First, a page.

The Louis Frost Notes 1685 to 1962
A cross section of the field shows the Pictou Coal Field to be highly mineralized, especially in the middle horizon, or the Stellarton Series. In this series there is 189 feet of coal in 1379 ft. of strata, or 13.7% of the measures are coal.
This abundance of coal is not without its drawbacks. The seams give off large volumes of gas and are extremely liable to spontaneous combustion. Furthermore, owing to the number and thickness of the seams and the scarcity of material for packing the wastes, the seams could only be worked by the caving method and in a descending order, so that the winning of the coal in this field was attended with unusual difficulties.
The record of the number of major fires and explosions (see attached sheet) is an indication of the difficulties of mining coal in this field, and in at least two of the collieries, the Allen Shaft and the MacGregor Colliery, fires caused their premature closure before all the coal was recovered, and the balance that remained could not be recovered economically after the collieries had been sealed.
In order to effectively cope with the dangers from spontaneous combustion, it was necessary to work the seams by a panel system, and the fire stoppings controlling the panels were both numerous and costly to build.
These stoppings were at one time built by digging keys into the roof, ribs and pavement until solid ground was reached. This resulted in stoppings of very large size, in one exceptional case a stopping was 70 feet high and 26 feet wide. Within past years it became the practice to trim the roof, ribs and pavement, build the stopping to a width of five feet with specially prepared squared blocks 6 ins. by 6 ins. thick laid in cement and, after the stopping was built, solidify the ground around the stopping by a cementation process. This method, while reducing the cost of building stoppings, also resulted in a much sounder stopping.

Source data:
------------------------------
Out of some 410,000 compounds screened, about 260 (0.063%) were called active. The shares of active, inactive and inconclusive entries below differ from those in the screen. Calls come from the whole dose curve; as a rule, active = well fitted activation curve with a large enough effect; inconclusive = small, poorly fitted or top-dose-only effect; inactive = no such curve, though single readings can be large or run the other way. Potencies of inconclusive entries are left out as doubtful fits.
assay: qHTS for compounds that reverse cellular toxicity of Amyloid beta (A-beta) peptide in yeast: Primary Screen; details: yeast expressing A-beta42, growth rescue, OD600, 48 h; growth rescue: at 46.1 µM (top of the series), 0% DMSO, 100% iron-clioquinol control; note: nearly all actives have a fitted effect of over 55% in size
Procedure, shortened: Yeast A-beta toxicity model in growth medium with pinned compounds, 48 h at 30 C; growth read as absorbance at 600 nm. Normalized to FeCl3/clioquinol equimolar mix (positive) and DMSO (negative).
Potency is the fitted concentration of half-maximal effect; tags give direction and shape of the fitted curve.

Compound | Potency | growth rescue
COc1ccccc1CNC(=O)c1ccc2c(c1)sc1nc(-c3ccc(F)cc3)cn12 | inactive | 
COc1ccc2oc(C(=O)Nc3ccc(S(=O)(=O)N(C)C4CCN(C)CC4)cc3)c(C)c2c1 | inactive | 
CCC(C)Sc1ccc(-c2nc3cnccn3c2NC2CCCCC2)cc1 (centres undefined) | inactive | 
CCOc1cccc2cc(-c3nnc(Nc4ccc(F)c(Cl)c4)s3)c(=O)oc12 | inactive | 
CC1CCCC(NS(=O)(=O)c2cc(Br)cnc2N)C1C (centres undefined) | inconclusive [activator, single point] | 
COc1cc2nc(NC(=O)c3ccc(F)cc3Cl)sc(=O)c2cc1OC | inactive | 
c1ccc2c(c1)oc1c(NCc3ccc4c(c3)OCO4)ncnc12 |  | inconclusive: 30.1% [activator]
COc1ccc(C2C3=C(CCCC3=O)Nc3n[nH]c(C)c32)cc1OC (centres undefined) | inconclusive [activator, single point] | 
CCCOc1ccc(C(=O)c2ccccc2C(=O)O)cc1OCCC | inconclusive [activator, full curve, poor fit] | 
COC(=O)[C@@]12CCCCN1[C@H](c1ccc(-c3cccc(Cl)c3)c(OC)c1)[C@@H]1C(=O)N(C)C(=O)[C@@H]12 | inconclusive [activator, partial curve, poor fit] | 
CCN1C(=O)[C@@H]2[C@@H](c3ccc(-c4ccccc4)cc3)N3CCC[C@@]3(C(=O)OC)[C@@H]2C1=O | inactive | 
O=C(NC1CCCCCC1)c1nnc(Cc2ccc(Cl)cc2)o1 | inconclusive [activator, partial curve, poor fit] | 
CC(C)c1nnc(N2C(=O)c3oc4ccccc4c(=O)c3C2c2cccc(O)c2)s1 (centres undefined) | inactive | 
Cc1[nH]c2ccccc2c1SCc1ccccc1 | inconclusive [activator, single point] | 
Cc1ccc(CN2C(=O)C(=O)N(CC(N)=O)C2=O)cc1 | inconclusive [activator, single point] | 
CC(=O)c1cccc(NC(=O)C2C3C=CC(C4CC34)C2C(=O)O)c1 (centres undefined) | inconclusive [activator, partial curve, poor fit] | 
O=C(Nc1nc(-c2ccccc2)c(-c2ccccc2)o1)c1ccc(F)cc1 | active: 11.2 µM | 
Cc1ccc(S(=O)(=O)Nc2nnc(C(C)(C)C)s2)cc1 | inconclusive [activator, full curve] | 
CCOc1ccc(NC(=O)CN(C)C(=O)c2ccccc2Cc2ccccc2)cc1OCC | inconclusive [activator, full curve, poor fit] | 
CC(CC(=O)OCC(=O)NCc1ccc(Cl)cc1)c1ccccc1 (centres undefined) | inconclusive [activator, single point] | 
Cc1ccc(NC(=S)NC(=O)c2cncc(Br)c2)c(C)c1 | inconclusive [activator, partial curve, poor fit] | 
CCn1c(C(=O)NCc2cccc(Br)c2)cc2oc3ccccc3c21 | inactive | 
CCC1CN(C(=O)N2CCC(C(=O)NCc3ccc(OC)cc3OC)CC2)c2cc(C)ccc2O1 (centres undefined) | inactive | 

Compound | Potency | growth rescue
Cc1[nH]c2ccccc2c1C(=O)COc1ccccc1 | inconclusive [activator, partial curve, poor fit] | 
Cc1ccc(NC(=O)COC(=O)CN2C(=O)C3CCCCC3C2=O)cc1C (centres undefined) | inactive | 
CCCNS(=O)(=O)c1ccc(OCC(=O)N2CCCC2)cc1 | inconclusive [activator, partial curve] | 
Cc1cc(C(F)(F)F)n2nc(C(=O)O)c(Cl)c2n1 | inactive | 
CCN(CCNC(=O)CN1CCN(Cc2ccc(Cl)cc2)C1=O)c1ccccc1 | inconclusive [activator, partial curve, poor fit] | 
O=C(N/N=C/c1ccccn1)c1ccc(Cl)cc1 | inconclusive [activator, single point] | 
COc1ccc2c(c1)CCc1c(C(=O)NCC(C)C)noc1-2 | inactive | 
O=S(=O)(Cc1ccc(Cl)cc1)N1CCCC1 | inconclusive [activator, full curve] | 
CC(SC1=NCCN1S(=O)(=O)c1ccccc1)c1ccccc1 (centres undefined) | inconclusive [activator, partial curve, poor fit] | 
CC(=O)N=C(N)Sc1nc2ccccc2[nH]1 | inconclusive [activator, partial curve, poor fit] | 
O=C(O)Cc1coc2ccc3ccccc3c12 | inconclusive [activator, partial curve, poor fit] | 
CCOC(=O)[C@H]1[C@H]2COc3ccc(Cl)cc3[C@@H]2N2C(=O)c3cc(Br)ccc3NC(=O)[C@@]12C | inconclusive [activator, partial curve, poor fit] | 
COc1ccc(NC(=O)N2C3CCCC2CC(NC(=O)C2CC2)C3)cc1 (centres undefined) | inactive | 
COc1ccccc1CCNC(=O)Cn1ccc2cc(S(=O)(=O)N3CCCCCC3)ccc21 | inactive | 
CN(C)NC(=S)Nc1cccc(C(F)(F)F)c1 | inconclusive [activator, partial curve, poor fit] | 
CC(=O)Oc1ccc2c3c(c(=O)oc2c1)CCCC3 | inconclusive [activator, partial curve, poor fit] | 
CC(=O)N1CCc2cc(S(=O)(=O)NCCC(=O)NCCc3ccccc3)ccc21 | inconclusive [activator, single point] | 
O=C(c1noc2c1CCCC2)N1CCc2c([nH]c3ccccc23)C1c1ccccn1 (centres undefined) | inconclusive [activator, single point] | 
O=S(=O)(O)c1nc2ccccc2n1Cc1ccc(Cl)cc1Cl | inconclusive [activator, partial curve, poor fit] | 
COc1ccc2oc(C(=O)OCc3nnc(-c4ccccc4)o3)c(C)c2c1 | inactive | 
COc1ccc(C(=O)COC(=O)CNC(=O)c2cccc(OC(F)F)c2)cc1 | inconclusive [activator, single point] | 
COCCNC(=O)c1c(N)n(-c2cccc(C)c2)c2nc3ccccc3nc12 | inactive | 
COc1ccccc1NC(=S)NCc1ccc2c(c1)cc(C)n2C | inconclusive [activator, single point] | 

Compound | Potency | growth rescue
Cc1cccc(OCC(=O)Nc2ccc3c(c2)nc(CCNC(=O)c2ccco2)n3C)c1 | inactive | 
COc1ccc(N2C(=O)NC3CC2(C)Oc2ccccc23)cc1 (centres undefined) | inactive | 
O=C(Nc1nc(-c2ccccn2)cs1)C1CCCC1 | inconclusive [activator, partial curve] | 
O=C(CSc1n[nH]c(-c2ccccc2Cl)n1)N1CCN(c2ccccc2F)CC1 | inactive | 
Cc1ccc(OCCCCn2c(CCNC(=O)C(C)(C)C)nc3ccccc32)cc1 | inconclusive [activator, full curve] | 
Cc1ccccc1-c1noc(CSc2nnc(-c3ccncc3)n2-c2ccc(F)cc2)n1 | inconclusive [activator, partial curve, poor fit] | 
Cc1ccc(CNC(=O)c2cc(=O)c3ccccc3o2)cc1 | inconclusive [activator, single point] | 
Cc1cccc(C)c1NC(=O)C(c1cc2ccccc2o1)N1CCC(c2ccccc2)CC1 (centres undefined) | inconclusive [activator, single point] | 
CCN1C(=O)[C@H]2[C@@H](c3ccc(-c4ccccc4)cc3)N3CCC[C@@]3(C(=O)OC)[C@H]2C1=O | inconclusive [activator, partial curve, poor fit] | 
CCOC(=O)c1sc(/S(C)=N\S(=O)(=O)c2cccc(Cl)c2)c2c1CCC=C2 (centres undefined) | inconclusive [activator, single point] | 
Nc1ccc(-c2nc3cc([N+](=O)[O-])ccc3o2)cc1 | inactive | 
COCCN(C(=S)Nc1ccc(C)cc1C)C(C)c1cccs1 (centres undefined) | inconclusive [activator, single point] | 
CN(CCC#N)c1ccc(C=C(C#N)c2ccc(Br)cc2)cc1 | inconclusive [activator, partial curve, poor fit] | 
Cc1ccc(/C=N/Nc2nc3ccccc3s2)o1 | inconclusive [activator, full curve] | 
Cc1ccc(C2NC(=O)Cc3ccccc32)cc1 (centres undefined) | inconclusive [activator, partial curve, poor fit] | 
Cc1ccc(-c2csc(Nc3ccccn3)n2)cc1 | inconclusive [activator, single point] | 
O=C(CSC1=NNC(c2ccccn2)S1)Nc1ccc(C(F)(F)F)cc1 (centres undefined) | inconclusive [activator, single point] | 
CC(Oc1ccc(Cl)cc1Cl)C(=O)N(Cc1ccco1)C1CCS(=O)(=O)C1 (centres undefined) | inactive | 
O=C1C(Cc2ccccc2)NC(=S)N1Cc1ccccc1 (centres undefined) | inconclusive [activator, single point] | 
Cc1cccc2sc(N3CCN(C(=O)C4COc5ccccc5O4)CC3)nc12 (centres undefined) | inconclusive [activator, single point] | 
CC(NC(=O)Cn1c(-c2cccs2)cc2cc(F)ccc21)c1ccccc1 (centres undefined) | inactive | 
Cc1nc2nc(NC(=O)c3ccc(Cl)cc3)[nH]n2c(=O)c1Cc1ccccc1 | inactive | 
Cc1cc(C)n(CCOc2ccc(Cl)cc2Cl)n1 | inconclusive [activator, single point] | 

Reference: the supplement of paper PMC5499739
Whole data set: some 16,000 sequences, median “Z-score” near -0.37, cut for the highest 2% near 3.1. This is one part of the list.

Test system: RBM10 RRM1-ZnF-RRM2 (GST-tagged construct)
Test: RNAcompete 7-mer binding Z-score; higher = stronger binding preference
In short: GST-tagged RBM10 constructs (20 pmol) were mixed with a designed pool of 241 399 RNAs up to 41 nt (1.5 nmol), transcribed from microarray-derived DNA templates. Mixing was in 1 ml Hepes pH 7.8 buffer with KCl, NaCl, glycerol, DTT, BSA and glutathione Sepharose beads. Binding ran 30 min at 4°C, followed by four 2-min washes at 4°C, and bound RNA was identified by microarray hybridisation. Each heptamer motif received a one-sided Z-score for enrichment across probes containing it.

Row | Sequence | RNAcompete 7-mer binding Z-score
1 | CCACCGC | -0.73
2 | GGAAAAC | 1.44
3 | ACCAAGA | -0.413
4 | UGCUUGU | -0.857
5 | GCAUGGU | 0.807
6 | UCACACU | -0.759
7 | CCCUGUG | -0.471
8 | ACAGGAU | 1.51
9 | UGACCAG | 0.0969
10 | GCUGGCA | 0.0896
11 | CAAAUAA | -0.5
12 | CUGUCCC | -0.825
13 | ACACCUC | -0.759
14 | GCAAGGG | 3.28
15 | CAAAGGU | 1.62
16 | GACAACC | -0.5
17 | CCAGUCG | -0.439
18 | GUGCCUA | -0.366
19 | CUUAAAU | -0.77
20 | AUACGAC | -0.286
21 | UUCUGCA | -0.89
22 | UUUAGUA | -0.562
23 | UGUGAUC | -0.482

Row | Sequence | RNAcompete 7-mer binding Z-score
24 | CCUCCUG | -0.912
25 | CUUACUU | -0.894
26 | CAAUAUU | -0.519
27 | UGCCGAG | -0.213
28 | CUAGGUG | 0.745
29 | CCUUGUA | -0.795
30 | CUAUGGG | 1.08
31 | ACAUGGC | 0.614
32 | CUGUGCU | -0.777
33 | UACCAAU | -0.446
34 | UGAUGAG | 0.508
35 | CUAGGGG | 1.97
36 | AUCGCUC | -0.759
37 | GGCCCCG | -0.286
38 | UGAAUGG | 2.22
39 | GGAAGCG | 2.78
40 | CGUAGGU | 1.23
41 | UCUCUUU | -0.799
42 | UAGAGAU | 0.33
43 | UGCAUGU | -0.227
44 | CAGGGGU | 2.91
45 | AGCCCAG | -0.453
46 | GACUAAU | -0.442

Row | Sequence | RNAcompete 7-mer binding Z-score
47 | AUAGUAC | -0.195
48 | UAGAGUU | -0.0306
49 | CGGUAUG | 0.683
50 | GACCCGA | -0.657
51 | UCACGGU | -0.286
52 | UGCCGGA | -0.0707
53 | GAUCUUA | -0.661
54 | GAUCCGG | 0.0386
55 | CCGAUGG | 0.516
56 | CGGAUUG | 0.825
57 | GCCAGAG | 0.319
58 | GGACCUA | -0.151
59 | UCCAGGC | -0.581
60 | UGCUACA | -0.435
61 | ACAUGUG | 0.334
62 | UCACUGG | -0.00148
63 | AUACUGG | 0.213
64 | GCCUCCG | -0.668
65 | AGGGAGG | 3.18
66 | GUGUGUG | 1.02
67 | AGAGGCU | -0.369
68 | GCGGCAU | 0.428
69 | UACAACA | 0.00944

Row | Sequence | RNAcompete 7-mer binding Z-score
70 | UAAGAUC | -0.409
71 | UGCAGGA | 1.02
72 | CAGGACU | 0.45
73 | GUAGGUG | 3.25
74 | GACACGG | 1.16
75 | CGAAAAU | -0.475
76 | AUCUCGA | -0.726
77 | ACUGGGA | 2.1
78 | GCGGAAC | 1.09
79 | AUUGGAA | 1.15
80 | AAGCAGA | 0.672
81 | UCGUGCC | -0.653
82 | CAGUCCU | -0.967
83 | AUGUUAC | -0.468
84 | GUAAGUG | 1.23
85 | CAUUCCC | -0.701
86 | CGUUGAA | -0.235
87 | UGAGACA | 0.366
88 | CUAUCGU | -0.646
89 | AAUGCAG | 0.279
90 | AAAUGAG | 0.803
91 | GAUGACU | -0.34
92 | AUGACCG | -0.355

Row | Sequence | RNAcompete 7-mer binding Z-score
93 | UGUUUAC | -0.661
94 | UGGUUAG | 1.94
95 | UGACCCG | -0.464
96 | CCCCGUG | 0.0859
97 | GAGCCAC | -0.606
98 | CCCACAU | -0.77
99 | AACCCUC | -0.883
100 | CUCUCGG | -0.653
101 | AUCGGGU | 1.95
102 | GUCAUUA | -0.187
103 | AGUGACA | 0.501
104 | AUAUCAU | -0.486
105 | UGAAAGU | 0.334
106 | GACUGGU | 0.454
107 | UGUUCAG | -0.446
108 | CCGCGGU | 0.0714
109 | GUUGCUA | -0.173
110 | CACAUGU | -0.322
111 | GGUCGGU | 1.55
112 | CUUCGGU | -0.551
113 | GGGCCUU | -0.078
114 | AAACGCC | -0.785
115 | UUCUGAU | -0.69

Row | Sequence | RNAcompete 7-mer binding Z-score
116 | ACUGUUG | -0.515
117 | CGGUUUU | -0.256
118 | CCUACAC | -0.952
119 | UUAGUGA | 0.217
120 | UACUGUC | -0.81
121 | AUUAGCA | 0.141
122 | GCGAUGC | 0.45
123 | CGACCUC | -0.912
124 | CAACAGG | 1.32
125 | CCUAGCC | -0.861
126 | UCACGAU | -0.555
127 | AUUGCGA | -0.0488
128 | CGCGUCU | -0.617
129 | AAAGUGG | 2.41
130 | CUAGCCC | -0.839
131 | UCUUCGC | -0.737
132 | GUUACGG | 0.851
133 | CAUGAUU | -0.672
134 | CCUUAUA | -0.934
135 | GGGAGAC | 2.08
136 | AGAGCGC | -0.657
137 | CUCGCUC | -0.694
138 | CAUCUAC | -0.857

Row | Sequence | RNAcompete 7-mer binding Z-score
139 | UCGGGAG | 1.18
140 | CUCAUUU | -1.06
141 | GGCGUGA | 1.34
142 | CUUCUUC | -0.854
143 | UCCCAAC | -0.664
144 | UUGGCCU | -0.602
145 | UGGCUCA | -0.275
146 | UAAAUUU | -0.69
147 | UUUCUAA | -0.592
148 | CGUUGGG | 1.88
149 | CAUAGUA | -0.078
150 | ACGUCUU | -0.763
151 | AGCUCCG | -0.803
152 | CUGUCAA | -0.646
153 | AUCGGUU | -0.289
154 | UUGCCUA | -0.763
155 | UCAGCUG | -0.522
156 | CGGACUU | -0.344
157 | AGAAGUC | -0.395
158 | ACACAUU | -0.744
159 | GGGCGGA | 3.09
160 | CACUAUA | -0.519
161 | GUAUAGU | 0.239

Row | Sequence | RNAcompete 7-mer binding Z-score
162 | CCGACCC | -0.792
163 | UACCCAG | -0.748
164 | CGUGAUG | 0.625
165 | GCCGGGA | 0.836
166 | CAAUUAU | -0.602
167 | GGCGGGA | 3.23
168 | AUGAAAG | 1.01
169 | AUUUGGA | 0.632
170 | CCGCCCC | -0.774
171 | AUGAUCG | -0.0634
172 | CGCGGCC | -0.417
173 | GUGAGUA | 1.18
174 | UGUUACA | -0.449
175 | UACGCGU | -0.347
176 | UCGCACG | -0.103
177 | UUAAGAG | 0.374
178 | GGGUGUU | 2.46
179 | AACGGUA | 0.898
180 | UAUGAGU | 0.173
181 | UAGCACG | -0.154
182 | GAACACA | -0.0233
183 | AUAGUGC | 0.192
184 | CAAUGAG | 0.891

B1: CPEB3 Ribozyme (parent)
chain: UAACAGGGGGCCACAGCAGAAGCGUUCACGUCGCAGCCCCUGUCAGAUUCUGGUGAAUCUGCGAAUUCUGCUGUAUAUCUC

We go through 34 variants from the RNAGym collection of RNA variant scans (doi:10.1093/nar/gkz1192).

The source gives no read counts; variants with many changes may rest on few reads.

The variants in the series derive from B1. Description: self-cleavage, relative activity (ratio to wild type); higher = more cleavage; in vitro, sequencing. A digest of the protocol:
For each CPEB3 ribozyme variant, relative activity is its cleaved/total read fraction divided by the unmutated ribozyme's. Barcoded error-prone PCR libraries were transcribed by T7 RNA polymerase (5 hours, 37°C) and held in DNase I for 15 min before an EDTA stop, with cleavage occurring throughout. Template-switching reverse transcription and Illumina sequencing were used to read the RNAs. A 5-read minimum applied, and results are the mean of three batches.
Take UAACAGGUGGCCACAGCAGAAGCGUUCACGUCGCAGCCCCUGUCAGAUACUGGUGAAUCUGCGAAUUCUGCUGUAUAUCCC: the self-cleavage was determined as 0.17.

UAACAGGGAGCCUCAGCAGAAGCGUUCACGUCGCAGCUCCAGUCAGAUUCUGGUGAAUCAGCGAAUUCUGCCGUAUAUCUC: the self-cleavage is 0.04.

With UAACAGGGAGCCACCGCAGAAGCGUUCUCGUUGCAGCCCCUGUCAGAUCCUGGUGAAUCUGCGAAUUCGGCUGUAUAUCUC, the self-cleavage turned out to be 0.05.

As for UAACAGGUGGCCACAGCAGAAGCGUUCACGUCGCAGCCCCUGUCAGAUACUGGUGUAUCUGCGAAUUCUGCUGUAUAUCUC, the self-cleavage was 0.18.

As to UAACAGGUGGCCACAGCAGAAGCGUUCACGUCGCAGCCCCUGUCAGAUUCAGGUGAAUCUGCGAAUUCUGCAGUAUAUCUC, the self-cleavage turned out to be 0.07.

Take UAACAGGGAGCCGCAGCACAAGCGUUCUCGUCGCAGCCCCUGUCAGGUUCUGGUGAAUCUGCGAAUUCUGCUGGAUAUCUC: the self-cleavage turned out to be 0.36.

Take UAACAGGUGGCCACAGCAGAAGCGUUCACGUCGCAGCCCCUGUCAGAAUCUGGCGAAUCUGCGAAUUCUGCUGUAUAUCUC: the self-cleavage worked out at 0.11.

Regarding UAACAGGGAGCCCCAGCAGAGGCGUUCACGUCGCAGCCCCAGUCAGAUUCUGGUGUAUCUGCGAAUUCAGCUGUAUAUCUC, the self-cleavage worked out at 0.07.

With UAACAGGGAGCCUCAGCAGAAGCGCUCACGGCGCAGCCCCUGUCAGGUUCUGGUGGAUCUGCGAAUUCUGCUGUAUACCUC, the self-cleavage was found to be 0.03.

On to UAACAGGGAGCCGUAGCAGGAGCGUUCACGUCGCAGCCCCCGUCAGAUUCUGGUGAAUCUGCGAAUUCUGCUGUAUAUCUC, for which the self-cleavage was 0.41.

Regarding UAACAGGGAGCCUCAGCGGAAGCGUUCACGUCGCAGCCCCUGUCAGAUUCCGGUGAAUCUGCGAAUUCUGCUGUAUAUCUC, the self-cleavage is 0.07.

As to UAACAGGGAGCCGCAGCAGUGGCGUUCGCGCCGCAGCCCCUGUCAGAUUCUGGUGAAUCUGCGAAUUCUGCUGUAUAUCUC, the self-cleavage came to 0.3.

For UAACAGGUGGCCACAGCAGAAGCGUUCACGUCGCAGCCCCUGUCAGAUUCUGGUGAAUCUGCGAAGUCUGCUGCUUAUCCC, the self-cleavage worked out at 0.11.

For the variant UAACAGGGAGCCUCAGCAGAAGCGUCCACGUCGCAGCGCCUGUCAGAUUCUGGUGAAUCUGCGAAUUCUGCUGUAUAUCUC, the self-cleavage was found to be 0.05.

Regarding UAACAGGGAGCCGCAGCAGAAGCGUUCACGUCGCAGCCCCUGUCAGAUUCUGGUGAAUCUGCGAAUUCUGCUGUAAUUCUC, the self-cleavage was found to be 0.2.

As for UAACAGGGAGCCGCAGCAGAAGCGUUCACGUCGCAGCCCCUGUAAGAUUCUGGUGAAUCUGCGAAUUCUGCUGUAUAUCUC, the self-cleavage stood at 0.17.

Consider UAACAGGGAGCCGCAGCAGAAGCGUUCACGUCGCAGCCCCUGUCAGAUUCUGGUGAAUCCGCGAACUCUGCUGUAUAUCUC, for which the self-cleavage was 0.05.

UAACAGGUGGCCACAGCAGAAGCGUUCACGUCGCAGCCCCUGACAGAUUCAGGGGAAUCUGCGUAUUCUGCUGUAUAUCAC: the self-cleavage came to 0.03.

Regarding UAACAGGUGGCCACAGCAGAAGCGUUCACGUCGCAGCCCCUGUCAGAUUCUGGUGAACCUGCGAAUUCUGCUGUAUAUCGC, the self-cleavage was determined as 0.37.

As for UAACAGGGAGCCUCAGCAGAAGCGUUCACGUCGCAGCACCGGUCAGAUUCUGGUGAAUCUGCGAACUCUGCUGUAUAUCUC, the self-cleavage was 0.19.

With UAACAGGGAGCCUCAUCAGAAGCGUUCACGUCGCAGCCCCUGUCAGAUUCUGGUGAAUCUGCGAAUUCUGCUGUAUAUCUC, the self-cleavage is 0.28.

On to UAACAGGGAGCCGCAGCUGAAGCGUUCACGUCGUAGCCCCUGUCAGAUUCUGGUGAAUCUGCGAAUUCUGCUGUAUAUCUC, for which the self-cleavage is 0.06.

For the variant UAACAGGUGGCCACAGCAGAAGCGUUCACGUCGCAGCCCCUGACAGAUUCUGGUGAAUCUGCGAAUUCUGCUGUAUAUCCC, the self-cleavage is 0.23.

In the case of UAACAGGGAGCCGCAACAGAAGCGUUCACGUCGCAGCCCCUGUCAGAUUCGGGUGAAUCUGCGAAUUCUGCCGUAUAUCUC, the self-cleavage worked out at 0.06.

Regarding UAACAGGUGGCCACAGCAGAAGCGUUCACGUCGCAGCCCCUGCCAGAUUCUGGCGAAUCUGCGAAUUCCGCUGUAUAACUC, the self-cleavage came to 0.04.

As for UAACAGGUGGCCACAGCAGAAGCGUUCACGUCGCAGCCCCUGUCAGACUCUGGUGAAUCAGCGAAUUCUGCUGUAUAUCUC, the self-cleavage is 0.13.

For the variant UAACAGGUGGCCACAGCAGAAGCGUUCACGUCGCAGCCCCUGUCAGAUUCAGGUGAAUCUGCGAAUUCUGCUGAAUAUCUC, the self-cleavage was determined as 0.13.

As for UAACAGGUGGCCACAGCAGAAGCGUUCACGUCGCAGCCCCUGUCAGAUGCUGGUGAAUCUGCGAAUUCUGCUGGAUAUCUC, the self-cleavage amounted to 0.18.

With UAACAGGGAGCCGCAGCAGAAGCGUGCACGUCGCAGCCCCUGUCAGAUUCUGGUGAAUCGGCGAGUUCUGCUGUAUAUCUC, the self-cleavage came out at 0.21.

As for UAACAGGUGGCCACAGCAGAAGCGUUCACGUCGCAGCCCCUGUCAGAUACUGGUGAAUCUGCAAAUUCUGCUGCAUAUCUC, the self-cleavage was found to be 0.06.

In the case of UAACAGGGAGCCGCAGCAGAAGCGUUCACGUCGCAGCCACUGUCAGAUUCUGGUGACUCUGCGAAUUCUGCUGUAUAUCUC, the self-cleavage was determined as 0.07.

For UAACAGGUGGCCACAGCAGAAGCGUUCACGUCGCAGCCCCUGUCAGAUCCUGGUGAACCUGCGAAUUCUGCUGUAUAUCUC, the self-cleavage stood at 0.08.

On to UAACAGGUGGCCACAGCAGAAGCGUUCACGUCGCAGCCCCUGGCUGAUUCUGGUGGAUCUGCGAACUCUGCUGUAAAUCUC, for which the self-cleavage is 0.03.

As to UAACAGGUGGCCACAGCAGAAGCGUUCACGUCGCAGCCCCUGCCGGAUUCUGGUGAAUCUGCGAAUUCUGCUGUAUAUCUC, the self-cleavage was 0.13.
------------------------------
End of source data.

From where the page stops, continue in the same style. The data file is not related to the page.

The pioneers in the working of this field, naturally took the most easily worked coal near the crop, leaving the deeper lying coals at the bottom of the basin for their successors, who had to contend with much more difficult working conditions.
Mr. George S. Rice, Chief Mining Engineer of the United States Bureau of Mines, in a report made on this district to the Department of Public Works and Mines of the Government of Nova Scotia, stated:
"The changing dip and the numerous faults taken together with the great thickness of the individual coal beds centrally in the basin, the giving off of fire-damp, and the liability of the coal to fire spontaneously in the workings, make the most difficult mining conditions I have observed on this continent."
To overcome some of the difficulties, Mr. Rice proposed that as the coal was extracted, the waste should be packed hydraulically with material brought in for this purpose.
With this view the Company officials were in accord, but the cost of this process was beyond the economic returns available to render this system workable.
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Last Modified: 98-03-21
Authored by: Louis Frost
The information contained on this site is not provided for the purpose of factual
representation. Instead, it is provided in an historical context. Every effort has
been made to ensure that this information represents the actual content of the
original document authored by Louis Frost for the Dominion Coal Company
on or around 1962. Nevertheless, no warranties are provided in any respect.
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